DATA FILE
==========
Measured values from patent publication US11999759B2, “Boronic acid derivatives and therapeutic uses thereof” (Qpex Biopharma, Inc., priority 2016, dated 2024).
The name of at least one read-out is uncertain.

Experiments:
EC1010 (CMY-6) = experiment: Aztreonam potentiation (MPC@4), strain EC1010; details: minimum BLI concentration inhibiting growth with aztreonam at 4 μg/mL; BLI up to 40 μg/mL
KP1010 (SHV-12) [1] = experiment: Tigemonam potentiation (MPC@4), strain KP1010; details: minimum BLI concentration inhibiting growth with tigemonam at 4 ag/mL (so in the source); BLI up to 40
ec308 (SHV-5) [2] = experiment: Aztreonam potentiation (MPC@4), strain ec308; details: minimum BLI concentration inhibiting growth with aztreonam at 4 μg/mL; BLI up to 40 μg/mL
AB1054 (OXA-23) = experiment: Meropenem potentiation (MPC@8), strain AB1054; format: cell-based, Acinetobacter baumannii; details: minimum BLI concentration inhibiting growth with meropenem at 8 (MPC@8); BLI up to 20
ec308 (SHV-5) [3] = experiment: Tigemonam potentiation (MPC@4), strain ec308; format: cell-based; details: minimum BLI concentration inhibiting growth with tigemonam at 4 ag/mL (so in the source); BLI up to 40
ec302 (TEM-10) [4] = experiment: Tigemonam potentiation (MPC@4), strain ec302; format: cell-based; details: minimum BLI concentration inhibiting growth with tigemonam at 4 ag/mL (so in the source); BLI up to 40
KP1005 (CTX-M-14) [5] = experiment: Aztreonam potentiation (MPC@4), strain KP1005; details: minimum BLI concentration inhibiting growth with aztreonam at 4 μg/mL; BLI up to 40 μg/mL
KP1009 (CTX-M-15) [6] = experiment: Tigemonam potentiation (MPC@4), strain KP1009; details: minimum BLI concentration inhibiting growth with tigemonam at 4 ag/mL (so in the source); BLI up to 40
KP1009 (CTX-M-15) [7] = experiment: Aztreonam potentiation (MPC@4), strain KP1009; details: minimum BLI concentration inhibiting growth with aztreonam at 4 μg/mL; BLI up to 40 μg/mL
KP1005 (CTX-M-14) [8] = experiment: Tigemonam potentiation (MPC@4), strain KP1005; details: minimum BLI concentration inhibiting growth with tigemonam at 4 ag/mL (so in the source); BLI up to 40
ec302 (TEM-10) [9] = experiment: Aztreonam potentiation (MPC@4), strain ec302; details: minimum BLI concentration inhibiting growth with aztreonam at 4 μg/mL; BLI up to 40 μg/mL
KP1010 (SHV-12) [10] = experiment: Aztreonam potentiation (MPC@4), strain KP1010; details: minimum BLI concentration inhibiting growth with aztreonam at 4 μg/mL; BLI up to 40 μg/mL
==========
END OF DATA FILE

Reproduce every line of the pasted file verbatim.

Measured values from patent publication US11999759B2, “Boronic acid derivatives and therapeutic uses thereof” (Qpex Biopharma, Inc., priority 2016, dated 2024).
The name of at least one read-out is uncertain.

Experiments:
EC1010 (CMY-6) = experiment: Aztreonam potentiation (MPC@4), strain EC1010; details: minimum BLI concentration inhibiting growth with aztreonam at 4 μg/mL; BLI up to 40 μg/mL
KP1010 (SHV-12) [1] = experiment: Tigemonam potentiation (MPC@4), strain KP1010; details: minimum BLI concentration inhibiting growth with tigemonam at 4 ag/mL (so in the source); BLI up to 40
ec308 (SHV-5) [2] = experiment: Aztreonam potentiation (MPC@4), strain ec308; details: minimum BLI concentration inhibiting growth with aztreonam at 4 μg/mL; BLI up to 40 μg/mL
AB1054 (OXA-23) = experiment: Meropenem potentiation (MPC@8), strain AB1054; format: cell-based, Acinetobacter baumannii; details: minimum BLI concentration inhibiting growth with meropenem at 8 (MPC@8); BLI up to 20
ec308 (SHV-5) [3] = experiment: Tigemonam potentiation (MPC@4), strain ec308; format: cell-based; details: minimum BLI concentration inhibiting growth with tigemonam at 4 ag/mL (so in the source); BLI up to 40
ec302 (TEM-10) [4] = experiment: Tigemonam potentiation (MPC@4), strain ec302; format: cell-based; details: minimum BLI concentration inhibiting growth with tigemonam at 4 ag/mL (so in the source); BLI up to 40
KP1005 (CTX-M-14) [5] = experiment: Aztreonam potentiation (MPC@4), strain KP1005; details: minimum BLI concentration inhibiting growth with aztreonam at 4 μg/mL; BLI up to 40 μg/mL
KP1009 (CTX-M-15) [6] = experiment: Tigemonam potentiation (MPC@4), strain KP1009; details: minimum BLI concentration inhibiting growth with tigemonam at 4 ag/mL (so in the source); BLI up to 40
KP1009 (CTX-M-15) [7] = experiment: Aztreonam potentiation (MPC@4), strain KP1009; details: minimum BLI concentration inhibiting growth with aztreonam at 4 μg/mL; BLI up to 40 μg/mL
KP1005 (CTX-M-14) [8] = experiment: Tigemonam potentiation (MPC@4), strain KP1005; details: minimum BLI concentration inhibiting growth with tigemonam at 4 ag/mL (so in the source); BLI up to 40
ec302 (TEM-10) [9] = experiment: Aztreonam potentiation (MPC@4), strain ec302; details: minimum BLI concentration inhibiting growth with aztreonam at 4 μg/mL; BLI up to 40 μg/mL
KP1010 (SHV-12) [10] = experiment: Aztreonam potentiation (MPC@4), strain KP1010; details: minimum BLI concentration inhibiting growth with aztreonam at 4 μg/mL; BLI up to 40 μg/mL